But routines also allow many of us to get lazy. Lazy in our thinking, lazy in our relationships, and lazy in the expectations we set for ourselves. Routines lead to expectations—expecting that the way things were yesterday is the way things will be today and the way things will be tomorrow. There’s nothing inherently wrong or bad with expectations, only that others don’t always know what yours are (and most people are pretty bad at verbalizing them).

Routines and expectations cannot be avoided because they are a core part of what makes most people tick. Most people need a certain amount of routine in their lives (although the exact amount may vary), and most people will have expectations of others in their lives (especially those they are close to).

Kicking the routine in your relationship

So if you’re resigned to being human this month, how do you kick the routine out of your relationship and find a way to be more genuine and real with your significant other?

First, accept that most routines serve an important purpose and your goal is not to do away with them just for the sake of change. Rather, take a few moments to examine and recognize the routines within your life. Sit down with a piece of paper and pencil, and write out your daily weekday and weekend routines. Note specifically how much time you spend on things like watching TV or doing other non-interactive activities. Why? One of the largest complaints people have when asked to make changes in their life is that they “don’t have the time.” Truth is, most people have plenty of time. They just choose to spend it engaged in other activities.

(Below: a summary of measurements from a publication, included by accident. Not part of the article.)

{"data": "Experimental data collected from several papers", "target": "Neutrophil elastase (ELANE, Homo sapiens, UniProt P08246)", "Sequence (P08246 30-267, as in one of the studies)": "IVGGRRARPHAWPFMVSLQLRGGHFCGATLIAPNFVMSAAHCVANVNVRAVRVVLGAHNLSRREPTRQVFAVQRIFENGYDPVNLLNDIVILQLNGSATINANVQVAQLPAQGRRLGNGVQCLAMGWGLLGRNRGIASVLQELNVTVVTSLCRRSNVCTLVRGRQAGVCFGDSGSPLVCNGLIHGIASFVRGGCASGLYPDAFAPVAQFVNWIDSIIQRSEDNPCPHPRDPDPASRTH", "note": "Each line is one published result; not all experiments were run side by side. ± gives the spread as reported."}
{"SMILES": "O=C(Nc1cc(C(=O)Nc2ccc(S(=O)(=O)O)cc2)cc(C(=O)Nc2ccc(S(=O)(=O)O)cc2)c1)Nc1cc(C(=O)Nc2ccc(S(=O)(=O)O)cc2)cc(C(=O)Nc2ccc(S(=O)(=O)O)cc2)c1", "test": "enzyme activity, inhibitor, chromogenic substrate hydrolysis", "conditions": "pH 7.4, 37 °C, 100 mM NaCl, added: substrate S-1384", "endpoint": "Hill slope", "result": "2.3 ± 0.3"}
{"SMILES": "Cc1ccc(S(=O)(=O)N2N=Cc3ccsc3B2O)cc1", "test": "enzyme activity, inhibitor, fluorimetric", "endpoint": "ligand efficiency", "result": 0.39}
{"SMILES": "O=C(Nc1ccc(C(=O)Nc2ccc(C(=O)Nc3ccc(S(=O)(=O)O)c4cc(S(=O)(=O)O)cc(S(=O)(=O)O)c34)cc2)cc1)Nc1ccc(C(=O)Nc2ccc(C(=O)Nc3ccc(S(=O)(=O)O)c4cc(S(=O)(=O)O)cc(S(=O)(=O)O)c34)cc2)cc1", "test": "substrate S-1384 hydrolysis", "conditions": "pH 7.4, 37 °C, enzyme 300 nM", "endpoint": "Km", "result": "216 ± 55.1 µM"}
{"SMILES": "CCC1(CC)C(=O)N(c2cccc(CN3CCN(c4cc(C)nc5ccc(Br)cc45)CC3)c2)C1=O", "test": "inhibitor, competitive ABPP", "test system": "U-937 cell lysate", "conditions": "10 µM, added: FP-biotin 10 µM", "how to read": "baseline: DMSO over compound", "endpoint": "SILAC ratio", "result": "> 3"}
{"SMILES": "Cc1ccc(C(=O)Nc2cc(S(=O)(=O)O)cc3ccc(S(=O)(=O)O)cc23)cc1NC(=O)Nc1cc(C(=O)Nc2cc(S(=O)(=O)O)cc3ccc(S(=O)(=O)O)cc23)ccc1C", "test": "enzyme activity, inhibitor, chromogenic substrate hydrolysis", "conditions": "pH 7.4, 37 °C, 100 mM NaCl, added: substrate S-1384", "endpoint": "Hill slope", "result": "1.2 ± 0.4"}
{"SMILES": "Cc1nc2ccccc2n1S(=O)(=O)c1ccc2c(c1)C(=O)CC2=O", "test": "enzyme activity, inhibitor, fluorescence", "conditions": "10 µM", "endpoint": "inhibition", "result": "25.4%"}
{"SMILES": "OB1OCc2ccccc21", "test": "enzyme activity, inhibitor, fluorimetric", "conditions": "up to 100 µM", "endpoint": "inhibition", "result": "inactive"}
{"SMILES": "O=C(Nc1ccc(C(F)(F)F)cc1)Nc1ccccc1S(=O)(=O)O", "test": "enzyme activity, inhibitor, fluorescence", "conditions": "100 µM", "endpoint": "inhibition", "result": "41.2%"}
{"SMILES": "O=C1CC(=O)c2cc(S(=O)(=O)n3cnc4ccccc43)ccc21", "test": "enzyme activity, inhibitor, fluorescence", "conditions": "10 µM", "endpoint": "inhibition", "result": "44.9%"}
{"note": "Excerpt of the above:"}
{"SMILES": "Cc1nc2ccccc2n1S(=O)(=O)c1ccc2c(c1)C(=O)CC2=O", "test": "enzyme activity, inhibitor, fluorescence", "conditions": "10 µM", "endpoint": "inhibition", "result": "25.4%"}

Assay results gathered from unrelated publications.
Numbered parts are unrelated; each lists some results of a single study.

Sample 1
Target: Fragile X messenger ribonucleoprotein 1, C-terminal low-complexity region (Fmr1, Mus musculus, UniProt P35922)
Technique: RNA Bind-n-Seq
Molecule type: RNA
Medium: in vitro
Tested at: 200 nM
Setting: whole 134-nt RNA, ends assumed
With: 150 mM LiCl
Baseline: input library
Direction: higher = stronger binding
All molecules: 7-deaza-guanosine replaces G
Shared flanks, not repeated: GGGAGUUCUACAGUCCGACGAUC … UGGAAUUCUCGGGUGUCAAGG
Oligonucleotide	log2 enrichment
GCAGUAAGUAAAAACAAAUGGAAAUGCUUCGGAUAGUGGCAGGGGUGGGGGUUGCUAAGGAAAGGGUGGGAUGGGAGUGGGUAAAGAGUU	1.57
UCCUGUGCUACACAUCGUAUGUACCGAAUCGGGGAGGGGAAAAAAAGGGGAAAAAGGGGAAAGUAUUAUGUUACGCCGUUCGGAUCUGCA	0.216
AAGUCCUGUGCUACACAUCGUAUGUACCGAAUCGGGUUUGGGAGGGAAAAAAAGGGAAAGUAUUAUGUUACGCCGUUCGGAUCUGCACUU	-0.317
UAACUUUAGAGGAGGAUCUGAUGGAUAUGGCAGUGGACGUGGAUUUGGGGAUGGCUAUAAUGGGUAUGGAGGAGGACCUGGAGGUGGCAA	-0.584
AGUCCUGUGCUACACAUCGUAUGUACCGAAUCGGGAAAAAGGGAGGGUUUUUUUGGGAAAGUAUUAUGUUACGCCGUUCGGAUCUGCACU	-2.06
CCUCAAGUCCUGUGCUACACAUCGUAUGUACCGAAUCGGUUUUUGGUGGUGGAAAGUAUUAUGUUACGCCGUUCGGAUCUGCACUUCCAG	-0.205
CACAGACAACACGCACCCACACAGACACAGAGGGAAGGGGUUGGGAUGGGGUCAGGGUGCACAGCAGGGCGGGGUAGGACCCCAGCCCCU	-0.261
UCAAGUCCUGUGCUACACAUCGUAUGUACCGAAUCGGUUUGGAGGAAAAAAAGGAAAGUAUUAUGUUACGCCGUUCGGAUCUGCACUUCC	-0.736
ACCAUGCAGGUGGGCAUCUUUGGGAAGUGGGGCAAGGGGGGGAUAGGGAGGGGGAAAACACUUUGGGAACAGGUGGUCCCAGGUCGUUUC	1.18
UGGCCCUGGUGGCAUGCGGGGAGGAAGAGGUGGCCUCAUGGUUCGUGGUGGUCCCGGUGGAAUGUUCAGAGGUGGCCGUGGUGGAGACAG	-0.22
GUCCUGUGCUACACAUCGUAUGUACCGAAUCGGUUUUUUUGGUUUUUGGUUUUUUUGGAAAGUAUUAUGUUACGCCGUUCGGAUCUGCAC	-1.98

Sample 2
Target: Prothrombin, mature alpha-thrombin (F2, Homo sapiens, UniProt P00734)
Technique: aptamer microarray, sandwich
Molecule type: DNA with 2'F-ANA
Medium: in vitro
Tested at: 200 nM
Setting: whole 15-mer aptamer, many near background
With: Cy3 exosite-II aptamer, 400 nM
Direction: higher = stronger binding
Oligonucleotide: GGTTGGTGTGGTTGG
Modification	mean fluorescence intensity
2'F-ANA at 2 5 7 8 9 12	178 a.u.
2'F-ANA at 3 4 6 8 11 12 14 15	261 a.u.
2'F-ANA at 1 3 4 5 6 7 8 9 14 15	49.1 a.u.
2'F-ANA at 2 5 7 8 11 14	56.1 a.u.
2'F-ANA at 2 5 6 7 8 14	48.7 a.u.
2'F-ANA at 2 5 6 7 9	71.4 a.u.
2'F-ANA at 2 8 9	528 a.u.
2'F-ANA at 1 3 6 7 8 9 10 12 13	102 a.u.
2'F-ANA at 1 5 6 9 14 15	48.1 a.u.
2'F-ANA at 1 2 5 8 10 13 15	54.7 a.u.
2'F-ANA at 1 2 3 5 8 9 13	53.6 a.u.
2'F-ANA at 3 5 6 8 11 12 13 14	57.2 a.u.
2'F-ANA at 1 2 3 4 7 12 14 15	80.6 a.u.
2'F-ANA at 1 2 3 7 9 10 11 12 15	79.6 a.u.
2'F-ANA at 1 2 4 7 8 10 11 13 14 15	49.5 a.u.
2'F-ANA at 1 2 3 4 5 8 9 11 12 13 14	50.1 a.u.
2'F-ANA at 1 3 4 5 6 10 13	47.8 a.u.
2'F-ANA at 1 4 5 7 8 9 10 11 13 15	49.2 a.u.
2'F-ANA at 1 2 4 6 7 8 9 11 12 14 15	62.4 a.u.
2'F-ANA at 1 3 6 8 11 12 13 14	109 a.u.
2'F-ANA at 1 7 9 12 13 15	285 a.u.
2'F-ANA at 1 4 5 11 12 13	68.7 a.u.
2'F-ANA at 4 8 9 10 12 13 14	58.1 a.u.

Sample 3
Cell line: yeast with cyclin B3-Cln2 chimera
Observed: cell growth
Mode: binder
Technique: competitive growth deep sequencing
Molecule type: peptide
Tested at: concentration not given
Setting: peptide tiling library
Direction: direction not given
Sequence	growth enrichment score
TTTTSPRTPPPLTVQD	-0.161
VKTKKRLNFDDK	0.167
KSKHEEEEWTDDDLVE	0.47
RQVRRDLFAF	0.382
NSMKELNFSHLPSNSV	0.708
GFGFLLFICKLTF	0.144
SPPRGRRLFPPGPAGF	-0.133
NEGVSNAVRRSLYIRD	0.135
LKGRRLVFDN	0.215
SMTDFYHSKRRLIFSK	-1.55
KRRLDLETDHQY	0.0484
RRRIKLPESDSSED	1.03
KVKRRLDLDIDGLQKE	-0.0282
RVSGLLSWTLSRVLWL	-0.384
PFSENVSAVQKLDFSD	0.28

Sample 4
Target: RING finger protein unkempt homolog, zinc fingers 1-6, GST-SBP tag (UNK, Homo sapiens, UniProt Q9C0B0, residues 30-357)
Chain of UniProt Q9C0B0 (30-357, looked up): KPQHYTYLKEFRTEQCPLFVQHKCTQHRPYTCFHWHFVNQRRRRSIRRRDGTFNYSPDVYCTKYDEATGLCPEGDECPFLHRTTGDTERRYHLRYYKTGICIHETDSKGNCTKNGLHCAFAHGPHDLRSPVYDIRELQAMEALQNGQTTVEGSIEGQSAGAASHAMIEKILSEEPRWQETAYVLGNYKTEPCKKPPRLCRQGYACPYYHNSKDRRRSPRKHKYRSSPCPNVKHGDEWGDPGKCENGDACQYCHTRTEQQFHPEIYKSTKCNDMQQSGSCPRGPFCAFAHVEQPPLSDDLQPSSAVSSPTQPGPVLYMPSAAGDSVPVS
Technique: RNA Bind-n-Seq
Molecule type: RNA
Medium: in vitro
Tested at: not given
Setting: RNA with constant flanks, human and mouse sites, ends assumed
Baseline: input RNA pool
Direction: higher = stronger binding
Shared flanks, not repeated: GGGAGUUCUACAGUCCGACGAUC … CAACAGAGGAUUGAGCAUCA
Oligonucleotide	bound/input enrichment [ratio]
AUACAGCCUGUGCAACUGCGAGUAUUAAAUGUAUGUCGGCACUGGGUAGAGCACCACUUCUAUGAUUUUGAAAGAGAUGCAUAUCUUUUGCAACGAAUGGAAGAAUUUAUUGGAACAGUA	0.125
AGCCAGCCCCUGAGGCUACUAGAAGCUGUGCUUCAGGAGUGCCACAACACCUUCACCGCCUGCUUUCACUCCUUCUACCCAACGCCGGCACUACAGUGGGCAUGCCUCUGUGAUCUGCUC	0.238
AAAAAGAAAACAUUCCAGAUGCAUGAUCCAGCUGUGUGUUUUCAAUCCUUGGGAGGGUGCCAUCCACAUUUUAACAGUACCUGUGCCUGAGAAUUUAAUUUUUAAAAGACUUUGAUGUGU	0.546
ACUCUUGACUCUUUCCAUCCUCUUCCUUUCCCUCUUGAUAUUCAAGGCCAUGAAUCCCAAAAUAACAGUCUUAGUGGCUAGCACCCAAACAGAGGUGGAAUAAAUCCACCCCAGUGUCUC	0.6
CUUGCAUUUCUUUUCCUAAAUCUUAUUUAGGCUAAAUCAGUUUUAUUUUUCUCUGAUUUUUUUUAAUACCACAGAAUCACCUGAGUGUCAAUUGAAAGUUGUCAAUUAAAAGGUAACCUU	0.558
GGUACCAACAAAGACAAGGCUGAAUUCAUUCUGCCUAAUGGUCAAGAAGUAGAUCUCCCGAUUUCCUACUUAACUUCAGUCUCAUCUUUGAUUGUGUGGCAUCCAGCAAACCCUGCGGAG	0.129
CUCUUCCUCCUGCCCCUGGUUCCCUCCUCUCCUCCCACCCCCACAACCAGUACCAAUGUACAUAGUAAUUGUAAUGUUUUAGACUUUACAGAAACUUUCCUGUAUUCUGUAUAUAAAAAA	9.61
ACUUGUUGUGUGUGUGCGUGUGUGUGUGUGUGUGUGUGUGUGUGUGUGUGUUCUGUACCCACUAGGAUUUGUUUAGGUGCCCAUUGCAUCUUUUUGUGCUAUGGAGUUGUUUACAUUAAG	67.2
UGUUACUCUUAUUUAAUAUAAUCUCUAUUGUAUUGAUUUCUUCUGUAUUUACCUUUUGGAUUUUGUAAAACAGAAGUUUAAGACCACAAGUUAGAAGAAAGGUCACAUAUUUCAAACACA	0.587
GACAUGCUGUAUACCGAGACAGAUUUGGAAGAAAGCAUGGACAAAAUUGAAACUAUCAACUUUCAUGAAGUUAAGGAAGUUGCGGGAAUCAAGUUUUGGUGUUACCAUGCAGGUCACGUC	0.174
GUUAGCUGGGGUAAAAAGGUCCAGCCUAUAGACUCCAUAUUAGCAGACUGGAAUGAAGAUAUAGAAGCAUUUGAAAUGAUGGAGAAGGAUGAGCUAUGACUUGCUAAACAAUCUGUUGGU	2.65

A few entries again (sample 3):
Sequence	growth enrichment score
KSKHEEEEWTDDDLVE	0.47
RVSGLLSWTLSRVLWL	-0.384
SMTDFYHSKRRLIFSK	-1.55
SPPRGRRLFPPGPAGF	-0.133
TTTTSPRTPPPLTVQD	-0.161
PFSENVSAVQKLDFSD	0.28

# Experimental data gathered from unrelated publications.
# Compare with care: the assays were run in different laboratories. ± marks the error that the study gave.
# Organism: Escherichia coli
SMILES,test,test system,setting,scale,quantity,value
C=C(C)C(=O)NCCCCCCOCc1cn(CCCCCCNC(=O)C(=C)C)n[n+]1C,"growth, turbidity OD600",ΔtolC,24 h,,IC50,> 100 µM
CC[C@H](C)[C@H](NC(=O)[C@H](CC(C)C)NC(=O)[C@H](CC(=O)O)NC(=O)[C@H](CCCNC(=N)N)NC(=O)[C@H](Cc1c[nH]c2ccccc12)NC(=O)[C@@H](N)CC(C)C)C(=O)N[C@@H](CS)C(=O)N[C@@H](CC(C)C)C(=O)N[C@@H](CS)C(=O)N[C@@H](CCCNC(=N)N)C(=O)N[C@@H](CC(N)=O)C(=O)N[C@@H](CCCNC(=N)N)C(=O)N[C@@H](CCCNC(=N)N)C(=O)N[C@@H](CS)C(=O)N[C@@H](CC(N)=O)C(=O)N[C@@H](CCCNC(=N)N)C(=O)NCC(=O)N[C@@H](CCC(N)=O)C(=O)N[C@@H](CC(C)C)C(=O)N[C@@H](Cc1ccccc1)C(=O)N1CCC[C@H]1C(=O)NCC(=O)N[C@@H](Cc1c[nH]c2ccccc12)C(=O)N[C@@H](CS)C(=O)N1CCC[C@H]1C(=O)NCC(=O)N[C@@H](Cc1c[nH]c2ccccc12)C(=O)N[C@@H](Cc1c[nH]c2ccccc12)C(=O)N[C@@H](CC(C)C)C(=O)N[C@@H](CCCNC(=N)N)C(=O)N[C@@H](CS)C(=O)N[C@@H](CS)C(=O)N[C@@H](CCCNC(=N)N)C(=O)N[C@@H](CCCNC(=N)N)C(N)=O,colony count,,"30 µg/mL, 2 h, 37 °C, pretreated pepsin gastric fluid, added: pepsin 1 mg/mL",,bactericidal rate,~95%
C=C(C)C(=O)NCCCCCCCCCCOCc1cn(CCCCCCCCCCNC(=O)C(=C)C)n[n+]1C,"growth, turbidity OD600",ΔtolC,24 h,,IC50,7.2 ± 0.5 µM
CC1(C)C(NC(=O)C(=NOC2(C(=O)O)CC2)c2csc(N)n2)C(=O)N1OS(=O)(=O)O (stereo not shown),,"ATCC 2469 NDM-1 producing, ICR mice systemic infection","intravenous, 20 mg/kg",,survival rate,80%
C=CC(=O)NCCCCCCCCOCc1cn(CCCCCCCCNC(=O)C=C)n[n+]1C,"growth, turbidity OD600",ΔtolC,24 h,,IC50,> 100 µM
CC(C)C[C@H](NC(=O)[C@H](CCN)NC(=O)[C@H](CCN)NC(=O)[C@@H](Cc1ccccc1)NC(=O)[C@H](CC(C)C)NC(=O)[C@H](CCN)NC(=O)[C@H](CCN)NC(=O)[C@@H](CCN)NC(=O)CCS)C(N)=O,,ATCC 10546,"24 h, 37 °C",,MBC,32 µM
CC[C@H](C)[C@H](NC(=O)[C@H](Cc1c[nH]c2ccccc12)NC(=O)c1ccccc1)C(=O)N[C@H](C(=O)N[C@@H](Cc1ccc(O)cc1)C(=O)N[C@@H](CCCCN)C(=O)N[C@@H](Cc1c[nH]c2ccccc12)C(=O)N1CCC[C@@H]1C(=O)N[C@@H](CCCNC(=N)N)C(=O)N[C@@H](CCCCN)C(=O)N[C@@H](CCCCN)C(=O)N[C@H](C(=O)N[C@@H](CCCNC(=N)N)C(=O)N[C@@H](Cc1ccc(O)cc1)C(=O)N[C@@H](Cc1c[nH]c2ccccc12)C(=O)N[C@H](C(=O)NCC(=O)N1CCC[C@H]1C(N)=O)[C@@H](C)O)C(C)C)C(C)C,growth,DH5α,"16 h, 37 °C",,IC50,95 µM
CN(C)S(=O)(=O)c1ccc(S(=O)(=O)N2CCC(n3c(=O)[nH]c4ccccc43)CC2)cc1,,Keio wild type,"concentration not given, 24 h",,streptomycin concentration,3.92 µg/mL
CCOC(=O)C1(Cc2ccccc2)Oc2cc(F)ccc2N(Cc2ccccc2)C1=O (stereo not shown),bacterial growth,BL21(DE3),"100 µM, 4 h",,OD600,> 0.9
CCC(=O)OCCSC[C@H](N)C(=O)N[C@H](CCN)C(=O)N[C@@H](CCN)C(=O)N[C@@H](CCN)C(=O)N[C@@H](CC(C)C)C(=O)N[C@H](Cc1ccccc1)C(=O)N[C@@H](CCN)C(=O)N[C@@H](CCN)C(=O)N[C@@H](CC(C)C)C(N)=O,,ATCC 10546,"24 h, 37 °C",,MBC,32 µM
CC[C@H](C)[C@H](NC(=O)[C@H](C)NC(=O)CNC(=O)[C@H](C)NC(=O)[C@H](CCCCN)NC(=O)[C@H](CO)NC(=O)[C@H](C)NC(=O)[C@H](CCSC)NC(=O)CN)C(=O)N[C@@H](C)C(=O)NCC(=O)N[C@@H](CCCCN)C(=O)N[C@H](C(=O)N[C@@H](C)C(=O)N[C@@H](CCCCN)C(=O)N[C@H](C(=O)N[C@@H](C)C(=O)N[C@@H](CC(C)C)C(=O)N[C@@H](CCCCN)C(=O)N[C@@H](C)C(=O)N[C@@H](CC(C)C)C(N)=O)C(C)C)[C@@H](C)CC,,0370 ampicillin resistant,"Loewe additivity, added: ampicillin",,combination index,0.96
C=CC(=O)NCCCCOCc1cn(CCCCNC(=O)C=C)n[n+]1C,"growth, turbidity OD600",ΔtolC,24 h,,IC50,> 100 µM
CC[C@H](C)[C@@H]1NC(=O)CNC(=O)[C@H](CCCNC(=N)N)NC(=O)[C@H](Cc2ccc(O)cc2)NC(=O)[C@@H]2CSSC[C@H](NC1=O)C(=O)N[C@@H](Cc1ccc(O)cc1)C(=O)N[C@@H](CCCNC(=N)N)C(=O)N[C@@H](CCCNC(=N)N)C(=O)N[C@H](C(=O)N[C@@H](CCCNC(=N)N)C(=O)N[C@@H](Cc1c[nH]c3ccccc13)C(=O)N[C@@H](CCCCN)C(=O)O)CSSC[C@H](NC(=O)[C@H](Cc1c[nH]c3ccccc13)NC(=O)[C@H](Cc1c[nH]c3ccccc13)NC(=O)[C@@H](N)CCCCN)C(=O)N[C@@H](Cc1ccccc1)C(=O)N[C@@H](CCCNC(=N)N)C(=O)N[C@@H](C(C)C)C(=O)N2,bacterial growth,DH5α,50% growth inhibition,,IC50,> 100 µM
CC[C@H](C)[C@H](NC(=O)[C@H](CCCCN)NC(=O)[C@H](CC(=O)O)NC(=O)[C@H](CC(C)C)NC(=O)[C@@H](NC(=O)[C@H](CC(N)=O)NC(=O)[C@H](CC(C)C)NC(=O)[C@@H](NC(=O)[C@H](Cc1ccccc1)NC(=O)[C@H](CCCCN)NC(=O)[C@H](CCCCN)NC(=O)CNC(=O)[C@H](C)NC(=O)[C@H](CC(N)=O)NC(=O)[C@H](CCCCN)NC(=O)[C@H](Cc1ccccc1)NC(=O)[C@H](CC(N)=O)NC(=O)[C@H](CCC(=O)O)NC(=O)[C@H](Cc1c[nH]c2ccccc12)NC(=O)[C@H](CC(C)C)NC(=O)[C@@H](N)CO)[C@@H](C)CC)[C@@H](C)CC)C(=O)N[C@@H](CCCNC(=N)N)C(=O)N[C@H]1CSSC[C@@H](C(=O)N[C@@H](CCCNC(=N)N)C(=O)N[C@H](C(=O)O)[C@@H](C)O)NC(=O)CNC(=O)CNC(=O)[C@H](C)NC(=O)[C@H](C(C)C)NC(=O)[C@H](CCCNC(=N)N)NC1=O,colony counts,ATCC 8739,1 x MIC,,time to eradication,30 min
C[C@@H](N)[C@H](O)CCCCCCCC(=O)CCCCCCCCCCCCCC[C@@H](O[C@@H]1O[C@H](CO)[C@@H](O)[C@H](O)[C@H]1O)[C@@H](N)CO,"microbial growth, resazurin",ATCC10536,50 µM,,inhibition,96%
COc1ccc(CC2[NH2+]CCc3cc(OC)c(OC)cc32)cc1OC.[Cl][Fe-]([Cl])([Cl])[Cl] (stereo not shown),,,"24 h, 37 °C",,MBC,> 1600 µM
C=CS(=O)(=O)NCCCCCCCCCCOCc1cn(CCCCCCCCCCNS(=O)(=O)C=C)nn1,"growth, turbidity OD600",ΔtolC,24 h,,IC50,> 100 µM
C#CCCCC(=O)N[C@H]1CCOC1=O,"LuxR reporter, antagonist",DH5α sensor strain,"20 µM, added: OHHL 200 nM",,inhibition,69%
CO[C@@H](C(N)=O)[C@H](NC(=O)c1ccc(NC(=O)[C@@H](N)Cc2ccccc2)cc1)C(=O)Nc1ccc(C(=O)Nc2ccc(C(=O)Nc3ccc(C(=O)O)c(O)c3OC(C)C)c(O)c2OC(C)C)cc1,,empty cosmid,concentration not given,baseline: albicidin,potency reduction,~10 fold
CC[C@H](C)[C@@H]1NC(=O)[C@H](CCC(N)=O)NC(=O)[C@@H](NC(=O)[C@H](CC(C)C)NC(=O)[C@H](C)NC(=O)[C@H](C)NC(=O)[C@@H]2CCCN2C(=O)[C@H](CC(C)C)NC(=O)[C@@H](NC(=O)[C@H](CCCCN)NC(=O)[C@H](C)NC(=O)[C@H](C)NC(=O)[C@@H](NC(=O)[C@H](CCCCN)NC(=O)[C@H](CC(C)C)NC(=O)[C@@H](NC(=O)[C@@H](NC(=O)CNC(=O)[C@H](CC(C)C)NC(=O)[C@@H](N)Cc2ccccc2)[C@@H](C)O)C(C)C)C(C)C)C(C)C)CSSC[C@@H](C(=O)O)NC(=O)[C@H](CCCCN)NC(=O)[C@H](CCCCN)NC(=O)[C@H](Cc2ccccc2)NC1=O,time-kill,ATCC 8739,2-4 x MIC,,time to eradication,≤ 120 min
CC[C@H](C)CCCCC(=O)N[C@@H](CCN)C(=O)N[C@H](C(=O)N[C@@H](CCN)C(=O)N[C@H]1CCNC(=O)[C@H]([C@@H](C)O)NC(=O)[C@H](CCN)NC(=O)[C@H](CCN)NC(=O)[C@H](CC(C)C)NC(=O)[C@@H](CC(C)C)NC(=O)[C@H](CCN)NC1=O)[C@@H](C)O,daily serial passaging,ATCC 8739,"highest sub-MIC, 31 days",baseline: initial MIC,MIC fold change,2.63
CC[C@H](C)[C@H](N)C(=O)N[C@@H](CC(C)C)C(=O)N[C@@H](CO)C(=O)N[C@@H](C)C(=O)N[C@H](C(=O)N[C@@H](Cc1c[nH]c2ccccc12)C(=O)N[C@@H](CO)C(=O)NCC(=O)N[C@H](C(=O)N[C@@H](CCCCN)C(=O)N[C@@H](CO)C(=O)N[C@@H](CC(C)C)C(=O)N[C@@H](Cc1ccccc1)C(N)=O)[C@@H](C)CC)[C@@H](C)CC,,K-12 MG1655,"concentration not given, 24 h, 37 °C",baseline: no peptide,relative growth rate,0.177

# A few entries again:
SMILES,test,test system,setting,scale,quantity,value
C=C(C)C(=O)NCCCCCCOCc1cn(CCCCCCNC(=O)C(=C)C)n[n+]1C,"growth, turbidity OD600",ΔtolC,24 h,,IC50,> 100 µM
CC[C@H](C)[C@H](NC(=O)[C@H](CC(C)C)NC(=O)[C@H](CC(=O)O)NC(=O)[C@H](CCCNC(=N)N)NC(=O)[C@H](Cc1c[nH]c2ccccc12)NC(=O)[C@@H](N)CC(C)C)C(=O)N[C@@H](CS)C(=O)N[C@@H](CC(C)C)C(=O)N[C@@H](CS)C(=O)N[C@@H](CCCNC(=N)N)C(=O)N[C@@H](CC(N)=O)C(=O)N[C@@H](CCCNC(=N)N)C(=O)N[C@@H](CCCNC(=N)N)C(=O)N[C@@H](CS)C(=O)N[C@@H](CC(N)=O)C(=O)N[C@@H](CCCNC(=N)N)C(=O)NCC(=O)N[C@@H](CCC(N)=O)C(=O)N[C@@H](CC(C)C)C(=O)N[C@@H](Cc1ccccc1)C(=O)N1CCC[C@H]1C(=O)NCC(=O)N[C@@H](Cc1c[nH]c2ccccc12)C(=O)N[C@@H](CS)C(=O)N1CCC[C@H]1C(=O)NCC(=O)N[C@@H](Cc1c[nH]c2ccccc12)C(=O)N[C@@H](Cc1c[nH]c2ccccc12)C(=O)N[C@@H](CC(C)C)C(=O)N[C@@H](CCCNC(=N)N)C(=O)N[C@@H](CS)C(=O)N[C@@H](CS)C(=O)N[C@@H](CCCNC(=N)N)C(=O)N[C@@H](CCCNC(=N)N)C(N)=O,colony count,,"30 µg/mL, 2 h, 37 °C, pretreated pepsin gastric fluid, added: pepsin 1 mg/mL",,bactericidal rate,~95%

Second, write down the most significant things that are important to your life now, and what you think are important to you in the future. Sometimes we lose sight of the things that are truly important to us. Sure, it would be nice to own a BMW someday, but in the grand scheme of things, is really what you’re living your life for? Or is it something less material and more difficult to define?? Someone who understands you, listens to you, supports you no matter what? Search your heart and soul for those answers, and I think you’ll find some will easily enough.